What makes a framework / project "succeed"? When is it no longer a hobby?

What makes a language or framework “real”? In other words, when does it succeed? When does it stop being an experiment, a hobby project?

I was looking at some of my exposure to certain projects, from Angular 1 to Phalcon, from Python to Scala and R, from VueJS to React, and I couldn’t help but wonder if I’m not seeing some commonalities. More on those in an upcoming post where I’ll have some interesting data to show, but in the meanwhile, I’d like to hear from you. The question is:

Other than itself being flagged as 1.0, at which point can a programming language or framework be taken seriously? When would you consider adopting it as a daily tool?

We all know people jumped on the NodeJS bandwagon long, long before 1.0, and we also know it was nothing but the interest of the community which actually allowed Go to get to 1.0 at all (it was a test until then - one that lasted for 3 years). So two very different scenarios, yet two environments which are so ubiquitous these days, one can hardly hide from their influence.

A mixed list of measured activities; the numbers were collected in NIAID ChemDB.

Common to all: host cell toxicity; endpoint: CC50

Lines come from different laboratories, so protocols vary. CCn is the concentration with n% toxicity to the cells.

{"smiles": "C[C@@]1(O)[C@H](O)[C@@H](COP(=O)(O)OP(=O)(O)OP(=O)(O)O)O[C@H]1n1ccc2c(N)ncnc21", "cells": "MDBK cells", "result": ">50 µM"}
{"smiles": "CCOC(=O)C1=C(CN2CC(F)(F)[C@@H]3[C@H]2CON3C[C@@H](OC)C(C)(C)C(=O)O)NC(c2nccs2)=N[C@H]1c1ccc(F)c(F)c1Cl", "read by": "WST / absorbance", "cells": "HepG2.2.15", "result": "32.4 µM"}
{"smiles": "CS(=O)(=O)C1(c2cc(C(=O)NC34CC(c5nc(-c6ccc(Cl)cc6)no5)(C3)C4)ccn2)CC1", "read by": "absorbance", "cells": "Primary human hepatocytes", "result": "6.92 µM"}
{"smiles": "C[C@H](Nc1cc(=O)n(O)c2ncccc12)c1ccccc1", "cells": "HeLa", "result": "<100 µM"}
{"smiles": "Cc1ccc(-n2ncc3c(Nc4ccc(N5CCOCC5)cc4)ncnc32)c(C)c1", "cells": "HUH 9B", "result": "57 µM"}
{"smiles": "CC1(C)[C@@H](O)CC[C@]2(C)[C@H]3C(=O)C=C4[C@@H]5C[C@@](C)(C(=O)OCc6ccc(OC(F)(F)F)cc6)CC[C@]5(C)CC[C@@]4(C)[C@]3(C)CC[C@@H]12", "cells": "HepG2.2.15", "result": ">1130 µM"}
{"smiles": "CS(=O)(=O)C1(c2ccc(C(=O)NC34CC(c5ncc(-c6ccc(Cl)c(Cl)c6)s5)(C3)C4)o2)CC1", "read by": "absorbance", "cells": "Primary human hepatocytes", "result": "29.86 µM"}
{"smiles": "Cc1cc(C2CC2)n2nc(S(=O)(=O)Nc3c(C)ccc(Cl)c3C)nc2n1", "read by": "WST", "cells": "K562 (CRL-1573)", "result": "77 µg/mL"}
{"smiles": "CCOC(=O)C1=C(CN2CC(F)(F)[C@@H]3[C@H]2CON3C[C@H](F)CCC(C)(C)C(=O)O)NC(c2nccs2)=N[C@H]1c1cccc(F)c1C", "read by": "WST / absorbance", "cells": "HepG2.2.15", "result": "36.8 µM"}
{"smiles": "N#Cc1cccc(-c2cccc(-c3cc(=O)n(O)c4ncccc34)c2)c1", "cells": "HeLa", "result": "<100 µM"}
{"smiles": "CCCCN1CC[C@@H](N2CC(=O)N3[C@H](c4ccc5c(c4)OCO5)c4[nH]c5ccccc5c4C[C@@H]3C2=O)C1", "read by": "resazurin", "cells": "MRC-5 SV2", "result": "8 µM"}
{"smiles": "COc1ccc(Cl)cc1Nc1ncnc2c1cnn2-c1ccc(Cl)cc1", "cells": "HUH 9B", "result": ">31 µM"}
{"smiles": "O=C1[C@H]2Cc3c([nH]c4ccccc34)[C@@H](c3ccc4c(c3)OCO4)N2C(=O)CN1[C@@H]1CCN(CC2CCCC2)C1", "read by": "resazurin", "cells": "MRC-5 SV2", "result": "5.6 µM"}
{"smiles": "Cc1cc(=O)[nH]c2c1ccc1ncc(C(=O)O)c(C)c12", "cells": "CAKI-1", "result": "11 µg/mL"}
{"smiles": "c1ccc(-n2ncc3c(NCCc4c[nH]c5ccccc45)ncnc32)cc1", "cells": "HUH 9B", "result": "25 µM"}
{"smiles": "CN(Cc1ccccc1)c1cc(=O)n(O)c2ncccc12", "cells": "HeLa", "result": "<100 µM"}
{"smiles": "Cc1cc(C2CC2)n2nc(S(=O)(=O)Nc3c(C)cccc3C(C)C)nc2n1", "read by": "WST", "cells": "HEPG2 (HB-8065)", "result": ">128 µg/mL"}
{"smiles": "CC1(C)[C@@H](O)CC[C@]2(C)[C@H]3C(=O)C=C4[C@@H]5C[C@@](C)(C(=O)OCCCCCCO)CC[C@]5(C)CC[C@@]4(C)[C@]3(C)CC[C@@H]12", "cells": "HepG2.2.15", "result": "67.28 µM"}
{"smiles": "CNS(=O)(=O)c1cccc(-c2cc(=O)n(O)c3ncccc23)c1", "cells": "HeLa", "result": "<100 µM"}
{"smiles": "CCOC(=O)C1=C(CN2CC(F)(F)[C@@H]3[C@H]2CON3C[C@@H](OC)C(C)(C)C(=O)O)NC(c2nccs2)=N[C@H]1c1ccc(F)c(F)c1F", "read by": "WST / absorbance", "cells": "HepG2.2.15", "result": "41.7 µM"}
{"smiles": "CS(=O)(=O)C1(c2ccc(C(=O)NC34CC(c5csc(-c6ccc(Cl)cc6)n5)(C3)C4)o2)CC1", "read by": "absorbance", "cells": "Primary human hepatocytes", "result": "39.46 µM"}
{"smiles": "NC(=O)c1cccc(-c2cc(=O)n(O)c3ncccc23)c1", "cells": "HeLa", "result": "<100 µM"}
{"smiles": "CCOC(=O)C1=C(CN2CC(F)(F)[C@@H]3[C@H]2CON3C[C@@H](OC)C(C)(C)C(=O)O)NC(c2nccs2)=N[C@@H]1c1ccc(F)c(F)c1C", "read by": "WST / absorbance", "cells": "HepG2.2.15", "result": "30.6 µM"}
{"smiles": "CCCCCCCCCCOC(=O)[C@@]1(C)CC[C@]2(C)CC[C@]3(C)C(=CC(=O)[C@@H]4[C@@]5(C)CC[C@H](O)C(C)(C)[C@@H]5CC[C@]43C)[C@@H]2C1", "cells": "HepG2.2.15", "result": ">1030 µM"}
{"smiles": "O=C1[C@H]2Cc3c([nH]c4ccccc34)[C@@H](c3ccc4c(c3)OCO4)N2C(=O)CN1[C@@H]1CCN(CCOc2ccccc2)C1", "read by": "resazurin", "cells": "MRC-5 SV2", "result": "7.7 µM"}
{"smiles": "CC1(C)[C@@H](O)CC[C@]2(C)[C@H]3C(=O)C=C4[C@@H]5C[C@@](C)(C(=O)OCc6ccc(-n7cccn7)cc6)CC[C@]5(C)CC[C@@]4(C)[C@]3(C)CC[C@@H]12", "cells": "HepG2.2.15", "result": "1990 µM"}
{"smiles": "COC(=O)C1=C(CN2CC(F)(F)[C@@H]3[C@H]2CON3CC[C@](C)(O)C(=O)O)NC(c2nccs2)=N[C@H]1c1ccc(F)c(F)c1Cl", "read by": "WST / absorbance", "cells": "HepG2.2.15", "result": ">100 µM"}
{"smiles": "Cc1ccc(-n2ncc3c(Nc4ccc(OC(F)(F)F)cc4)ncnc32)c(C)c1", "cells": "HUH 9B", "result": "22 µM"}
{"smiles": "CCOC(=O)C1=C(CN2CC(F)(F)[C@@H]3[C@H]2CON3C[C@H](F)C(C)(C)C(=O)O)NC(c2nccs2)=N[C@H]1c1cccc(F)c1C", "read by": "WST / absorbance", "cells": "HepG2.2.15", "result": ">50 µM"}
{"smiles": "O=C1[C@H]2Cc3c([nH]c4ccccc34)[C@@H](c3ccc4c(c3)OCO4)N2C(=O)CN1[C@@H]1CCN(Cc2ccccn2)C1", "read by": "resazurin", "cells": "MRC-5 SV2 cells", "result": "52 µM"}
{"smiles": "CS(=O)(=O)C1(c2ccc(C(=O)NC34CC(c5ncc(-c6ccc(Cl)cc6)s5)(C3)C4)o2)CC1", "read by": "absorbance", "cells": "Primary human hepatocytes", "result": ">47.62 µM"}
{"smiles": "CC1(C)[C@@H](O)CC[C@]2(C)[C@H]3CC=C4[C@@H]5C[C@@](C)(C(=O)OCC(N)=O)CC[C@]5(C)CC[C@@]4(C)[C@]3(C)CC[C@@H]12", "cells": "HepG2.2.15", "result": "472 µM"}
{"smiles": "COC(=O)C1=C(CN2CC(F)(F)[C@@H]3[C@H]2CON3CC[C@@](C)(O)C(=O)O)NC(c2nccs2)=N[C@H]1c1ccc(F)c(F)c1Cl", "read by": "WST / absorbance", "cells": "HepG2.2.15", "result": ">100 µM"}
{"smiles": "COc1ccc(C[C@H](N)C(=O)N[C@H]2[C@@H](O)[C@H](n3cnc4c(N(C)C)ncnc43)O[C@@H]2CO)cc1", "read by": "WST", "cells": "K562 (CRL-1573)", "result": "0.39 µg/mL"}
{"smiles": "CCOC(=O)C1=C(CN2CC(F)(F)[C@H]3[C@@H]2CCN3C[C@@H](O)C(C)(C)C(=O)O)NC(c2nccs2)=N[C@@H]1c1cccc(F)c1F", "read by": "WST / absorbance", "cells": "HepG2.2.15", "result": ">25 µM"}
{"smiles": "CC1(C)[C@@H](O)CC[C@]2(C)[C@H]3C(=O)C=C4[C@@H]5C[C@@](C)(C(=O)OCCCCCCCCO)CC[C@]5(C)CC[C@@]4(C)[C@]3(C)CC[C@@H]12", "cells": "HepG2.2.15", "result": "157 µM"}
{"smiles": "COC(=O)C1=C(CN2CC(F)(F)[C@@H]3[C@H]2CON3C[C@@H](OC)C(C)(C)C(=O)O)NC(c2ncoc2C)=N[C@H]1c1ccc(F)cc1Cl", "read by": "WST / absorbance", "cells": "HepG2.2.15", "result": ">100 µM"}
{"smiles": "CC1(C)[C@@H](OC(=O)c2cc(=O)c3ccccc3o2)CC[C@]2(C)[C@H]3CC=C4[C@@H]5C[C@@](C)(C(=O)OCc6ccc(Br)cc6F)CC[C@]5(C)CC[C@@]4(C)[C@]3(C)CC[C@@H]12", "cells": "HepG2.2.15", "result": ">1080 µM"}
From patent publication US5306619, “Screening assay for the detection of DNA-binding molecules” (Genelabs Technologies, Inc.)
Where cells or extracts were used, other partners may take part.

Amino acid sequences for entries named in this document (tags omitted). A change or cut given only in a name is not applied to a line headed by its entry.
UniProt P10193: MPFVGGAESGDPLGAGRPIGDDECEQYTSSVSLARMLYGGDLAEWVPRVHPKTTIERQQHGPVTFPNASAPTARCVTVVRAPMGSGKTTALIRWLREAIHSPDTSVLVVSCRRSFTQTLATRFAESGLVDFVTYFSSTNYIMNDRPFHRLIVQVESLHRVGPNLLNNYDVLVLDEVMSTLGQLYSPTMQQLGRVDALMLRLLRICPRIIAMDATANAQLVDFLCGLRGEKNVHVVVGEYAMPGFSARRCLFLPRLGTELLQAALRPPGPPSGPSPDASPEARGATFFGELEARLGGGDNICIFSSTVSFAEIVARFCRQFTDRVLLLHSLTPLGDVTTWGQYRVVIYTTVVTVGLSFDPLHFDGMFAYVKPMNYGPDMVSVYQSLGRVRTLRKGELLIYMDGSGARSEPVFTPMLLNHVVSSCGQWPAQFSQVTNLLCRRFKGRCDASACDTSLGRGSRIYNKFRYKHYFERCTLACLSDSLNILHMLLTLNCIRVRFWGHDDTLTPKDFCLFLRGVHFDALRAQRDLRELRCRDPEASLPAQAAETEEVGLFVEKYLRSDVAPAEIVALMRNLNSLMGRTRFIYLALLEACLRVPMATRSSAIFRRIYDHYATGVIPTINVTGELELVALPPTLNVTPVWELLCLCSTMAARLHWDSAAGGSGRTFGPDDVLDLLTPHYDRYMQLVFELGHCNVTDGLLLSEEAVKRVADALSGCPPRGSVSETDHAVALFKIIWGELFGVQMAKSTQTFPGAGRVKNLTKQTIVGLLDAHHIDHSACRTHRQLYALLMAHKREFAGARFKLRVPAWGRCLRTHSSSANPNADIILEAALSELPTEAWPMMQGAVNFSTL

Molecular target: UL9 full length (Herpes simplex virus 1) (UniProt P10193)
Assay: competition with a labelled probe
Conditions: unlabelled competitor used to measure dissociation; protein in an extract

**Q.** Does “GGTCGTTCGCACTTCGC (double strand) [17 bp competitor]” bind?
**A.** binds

What causes leaps of faith of this kind, and when do they stop being leaps of faith? Please tell me what you think, let’s discuss this!


For me it’d be when they are adopted by a “big name” company.

This is actually a problem for Elm which started life as some geezer’s PhD project. It shows a lot of promise and a lot of people are quite excited about it, but as far as I can see it has failed to gain any significant traction, as there are no well-known companies who have adopted it / are using it on big projects.

Same could have been said for Vue until Laravel started bundling it and it (Vue) was picked up by Alibaba.

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